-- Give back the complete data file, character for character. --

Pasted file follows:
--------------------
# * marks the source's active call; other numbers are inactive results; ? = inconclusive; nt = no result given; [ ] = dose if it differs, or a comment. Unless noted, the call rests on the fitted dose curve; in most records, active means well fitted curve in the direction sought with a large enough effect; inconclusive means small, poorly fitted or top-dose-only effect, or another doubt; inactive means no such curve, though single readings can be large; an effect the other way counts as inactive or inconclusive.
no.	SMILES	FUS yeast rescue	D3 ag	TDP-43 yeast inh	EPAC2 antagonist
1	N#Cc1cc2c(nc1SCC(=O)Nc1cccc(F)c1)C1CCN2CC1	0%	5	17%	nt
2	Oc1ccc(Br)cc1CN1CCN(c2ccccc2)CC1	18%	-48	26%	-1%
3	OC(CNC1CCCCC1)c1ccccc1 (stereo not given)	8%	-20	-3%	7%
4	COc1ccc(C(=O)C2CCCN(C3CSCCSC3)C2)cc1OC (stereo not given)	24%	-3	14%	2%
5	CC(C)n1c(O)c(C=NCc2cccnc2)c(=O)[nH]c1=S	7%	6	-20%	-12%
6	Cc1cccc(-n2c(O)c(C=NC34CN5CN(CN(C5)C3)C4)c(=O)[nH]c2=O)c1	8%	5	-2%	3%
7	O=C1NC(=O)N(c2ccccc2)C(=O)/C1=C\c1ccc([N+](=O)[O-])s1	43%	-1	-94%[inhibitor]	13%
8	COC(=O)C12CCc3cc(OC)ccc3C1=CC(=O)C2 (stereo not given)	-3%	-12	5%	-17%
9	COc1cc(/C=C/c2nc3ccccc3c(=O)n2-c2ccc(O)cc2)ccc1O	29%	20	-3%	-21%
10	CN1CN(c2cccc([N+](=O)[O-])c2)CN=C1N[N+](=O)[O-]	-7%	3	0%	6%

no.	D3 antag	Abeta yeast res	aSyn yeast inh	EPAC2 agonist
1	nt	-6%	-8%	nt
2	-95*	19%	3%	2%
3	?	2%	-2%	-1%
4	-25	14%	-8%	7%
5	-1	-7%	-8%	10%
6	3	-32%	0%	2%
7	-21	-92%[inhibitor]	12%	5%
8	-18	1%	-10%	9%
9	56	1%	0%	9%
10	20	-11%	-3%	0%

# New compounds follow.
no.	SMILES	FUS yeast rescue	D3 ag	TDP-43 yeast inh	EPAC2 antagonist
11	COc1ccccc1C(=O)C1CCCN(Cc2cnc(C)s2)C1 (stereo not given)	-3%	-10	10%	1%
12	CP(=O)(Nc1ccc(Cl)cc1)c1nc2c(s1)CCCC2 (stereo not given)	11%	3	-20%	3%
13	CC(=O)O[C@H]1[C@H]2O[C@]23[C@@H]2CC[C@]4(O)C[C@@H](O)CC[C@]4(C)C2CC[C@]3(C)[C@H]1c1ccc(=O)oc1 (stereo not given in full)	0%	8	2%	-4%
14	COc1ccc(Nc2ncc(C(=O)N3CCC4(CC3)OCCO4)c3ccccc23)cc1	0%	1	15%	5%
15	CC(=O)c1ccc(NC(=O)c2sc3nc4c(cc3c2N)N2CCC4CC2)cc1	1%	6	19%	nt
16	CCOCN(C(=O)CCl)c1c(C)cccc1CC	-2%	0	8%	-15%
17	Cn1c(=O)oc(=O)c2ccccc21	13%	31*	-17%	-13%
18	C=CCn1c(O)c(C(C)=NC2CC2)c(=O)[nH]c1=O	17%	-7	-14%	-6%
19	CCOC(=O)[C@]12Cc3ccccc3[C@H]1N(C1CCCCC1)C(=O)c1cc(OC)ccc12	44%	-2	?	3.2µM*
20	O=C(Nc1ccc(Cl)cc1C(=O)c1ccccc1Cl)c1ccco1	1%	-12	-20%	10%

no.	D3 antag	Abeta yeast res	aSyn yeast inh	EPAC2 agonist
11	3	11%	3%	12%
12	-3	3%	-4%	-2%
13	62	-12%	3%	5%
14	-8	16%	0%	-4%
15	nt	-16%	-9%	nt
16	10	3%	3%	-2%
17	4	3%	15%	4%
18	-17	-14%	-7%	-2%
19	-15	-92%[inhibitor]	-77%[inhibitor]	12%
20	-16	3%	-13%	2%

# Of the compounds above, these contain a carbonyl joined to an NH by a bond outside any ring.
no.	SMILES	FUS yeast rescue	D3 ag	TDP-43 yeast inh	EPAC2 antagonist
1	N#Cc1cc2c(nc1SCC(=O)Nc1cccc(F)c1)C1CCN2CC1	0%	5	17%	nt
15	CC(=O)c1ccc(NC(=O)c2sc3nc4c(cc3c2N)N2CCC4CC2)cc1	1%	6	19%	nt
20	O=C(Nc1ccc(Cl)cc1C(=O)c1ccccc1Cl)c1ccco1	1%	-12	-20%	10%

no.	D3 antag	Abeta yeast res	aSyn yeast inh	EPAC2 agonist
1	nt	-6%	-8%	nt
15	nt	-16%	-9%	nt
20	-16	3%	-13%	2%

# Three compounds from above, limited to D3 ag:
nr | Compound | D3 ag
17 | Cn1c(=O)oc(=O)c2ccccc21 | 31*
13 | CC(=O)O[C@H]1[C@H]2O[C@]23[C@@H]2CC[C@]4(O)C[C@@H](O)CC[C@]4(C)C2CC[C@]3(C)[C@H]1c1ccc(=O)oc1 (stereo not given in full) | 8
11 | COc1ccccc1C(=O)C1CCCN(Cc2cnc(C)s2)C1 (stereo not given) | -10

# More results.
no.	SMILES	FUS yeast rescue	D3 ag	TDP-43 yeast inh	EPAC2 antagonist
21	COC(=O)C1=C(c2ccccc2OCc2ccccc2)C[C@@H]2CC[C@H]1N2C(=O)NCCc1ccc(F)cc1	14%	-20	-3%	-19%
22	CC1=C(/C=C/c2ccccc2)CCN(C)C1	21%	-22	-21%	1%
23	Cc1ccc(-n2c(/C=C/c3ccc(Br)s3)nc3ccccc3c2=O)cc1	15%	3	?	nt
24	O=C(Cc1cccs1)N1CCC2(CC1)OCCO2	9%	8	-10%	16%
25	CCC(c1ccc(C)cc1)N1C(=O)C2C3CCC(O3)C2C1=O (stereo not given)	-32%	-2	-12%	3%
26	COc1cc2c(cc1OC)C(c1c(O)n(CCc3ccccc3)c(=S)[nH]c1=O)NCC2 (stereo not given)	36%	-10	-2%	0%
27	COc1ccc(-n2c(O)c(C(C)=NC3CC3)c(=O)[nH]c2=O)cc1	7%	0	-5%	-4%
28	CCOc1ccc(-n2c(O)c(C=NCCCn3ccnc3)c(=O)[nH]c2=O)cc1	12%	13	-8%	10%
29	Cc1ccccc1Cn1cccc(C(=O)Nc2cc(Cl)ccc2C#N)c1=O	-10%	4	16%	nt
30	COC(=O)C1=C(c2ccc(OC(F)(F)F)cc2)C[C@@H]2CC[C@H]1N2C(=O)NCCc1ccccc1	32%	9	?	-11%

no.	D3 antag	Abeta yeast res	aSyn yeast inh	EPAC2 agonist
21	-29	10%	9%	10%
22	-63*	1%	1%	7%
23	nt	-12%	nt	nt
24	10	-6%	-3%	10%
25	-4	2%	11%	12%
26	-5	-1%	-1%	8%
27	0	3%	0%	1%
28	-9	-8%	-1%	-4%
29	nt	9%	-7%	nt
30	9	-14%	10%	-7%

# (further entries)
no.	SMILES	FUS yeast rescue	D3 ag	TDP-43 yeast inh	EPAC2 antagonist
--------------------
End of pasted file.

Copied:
# * marks the source's active call; other numbers are inactive results; ? = inconclusive; nt = no result given; [ ] = dose if it differs, or a comment. Unless noted, the call rests on the fitted dose curve; in most records, active means well fitted curve in the direction sought with a large enough effect; inconclusive means small, poorly fitted or top-dose-only effect, or another doubt; inactive means no such curve, though single readings can be large; an effect the other way counts as inactive or inconclusive.
no.	SMILES	FUS yeast rescue	D3 ag	TDP-43 yeast inh	EPAC2 antagonist
1	N#Cc1cc2c(nc1SCC(=O)Nc1cccc(F)c1)C1CCN2CC1	0%	5	17%	nt
2	Oc1ccc(Br)cc1CN1CCN(c2ccccc2)CC1	18%	-48	26%	-1%
3	OC(CNC1CCCCC1)c1ccccc1 (stereo not given)	8%	-20	-3%	7%
4	COc1ccc(C(=O)C2CCCN(C3CSCCSC3)C2)cc1OC (stereo not given)	24%	-3	14%	2%
5	CC(C)n1c(O)c(C=NCc2cccnc2)c(=O)[nH]c1=S	7%	6	-20%	-12%
6	Cc1cccc(-n2c(O)c(C=NC34CN5CN(CN(C5)C3)C4)c(=O)[nH]c2=O)c1	8%	5	-2%	3%
7	O=C1NC(=O)N(c2ccccc2)C(=O)/C1=C\c1ccc([N+](=O)[O-])s1	43%	-1	-94%[inhibitor]	13%
8	COC(=O)C12CCc3cc(OC)ccc3C1=CC(=O)C2 (stereo not given)	-3%	-12	5%	-17%
9	COc1cc(/C=C/c2nc3ccccc3c(=O)n2-c2ccc(O)cc2)ccc1O	29%	20	-3%	-21%
10	CN1CN(c2cccc([N+](=O)[O-])c2)CN=C1N[N+](=O)[O-]	-7%	3	0%	6%

no.	D3 antag	Abeta yeast res	aSyn yeast inh	EPAC2 agonist
1	nt	-6%	-8%	nt
2	-95*	19%	3%	2%
3	?	2%	-2%	-1%
4	-25	14%	-8%	7%
5	-1	-7%	-8%	10%
6	3	-32%	0%	2%
7	-21	-92%[inhibitor]	12%	5%
8	-18	1%	-10%	9%
9	56	1%	0%	9%
10	20	-11%	-3%	0%

# New compounds follow.
no.	SMILES	FUS yeast rescue	D3 ag	TDP-43 yeast inh	EPAC2 antagonist
11	COc1ccccc1C(=O)C1CCCN(Cc2cnc(C)s2)C1 (stereo not given)	-3%	-10	10%	1%
12	CP(=O)(Nc1ccc(Cl)cc1)c1nc2c(s1)CCCC2 (stereo not given)	11%	3	-20%	3%
13	CC(=O)O[C@H]1[C@H]2O[C@]23[C@@H]2CC[C@]4(O)C[C@@H](O)CC[C@]4(C)C2CC[C@]3(C)[C@H]1c1ccc(=O)oc1 (stereo not given in full)	0%	8	2%	-4%
14	COc1ccc(Nc2ncc(C(=O)N3CCC4(CC3)OCCO4)c3ccccc23)cc1	0%	1	15%	5%
15	CC(=O)c1ccc(NC(=O)c2sc3nc4c(cc3c2N)N2CCC4CC2)cc1	1%	6	19%	nt
16	CCOCN(C(=O)CCl)c1c(C)cccc1CC	-2%	0	8%	-15%
17	Cn1c(=O)oc(=O)c2ccccc21	13%	31*	-17%	-13%
18	C=CCn1c(O)c(C(C)=NC2CC2)c(=O)[nH]c1=O	17%	-7	-14%	-6%
19	CCOC(=O)[C@]12Cc3ccccc3[C@H]1N(C1CCCCC1)C(=O)c1cc(OC)ccc12	44%	-2	?	3.2µM*
20	O=C(Nc1ccc(Cl)cc1C(=O)c1ccccc1Cl)c1ccco1	1%	-12	-20%	10%

no.	D3 antag	Abeta yeast res	aSyn yeast inh	EPAC2 agonist
11	3	11%	3%	12%
12	-3	3%	-4%	-2%
13	62	-12%	3%	5%
14	-8	16%	0%	-4%
15	nt	-16%	-9%	nt
16	10	3%	3%	-2%
17	4	3%	15%	4%
18	-17	-14%	-7%	-2%
19	-15	-92%[inhibitor]	-77%[inhibitor]	12%
20	-16	3%	-13%	2%

# Of the compounds above, these contain a carbonyl joined to an NH by a bond outside any ring.
no.	SMILES	FUS yeast rescue	D3 ag	TDP-43 yeast inh	EPAC2 antagonist
1	N#Cc1cc2c(nc1SCC(=O)Nc1cccc(F)c1)C1CCN2CC1	0%	5	17%	nt
15	CC(=O)c1ccc(NC(=O)c2sc3nc4c(cc3c2N)N2CCC4CC2)cc1	1%	6	19%	nt
20	O=C(Nc1ccc(Cl)cc1C(=O)c1ccccc1Cl)c1ccco1	1%	-12	-20%	10%

no.	D3 antag	Abeta yeast res	aSyn yeast inh	EPAC2 agonist
1	nt	-6%	-8%	nt
15	nt	-16%	-9%	nt
20	-16	3%	-13%	2%

# Three compounds from above, limited to D3 ag:
nr | Compound | D3 ag
17 | Cn1c(=O)oc(=O)c2ccccc21 | 31*
13 | CC(=O)O[C@H]1[C@H]2O[C@]23[C@@H]2CC[C@]4(O)C[C@@H](O)CC[C@]4(C)C2CC[C@]3(C)[C@H]1c1ccc(=O)oc1 (stereo not given in full) | 8
11 | COc1ccccc1C(=O)C1CCCN(Cc2cnc(C)s2)C1 (stereo not given) | -10

# More results.
no.	SMILES	FUS yeast rescue	D3 ag	TDP-43 yeast inh	EPAC2 antagonist
21	COC(=O)C1=C(c2ccccc2OCc2ccccc2)C[C@@H]2CC[C@H]1N2C(=O)NCCc1ccc(F)cc1	14%	-20	-3%	-19%
22	CC1=C(/C=C/c2ccccc2)CCN(C)C1	21%	-22	-21%	1%
23	Cc1ccc(-n2c(/C=C/c3ccc(Br)s3)nc3ccccc3c2=O)cc1	15%	3	?	nt
24	O=C(Cc1cccs1)N1CCC2(CC1)OCCO2	9%	8	-10%	16%
25	CCC(c1ccc(C)cc1)N1C(=O)C2C3CCC(O3)C2C1=O (stereo not given)	-32%	-2	-12%	3%
26	COc1cc2c(cc1OC)C(c1c(O)n(CCc3ccccc3)c(=S)[nH]c1=O)NCC2 (stereo not given)	36%	-10	-2%	0%
27	COc1ccc(-n2c(O)c(C(C)=NC3CC3)c(=O)[nH]c2=O)cc1	7%	0	-5%	-4%
28	CCOc1ccc(-n2c(O)c(C=NCCCn3ccnc3)c(=O)[nH]c2=O)cc1	12%	13	-8%	10%
29	Cc1ccccc1Cn1cccc(C(=O)Nc2cc(Cl)ccc2C#N)c1=O	-10%	4	16%	nt
30	COC(=O)C1=C(c2ccc(OC(F)(F)F)cc2)C[C@@H]2CC[C@H]1N2C(=O)NCCc1ccccc1	32%	9	?	-11%

no.	D3 antag	Abeta yeast res	aSyn yeast inh	EPAC2 agonist
21	-29	10%	9%	10%
22	-63*	1%	1%	7%
23	nt	-12%	nt	nt
24	10	-6%	-3%	10%
25	-4	2%	11%	12%
26	-5	-1%	-1%	8%
27	0	3%	0%	1%
28	-9	-8%	-1%	-4%
29	nt	9%	-7%	nt
30	9	-14%	10%	-7%

# (further entries)
no.	SMILES	FUS yeast rescue	D3 ag	TDP-43 yeast inh	EPAC2 antagonist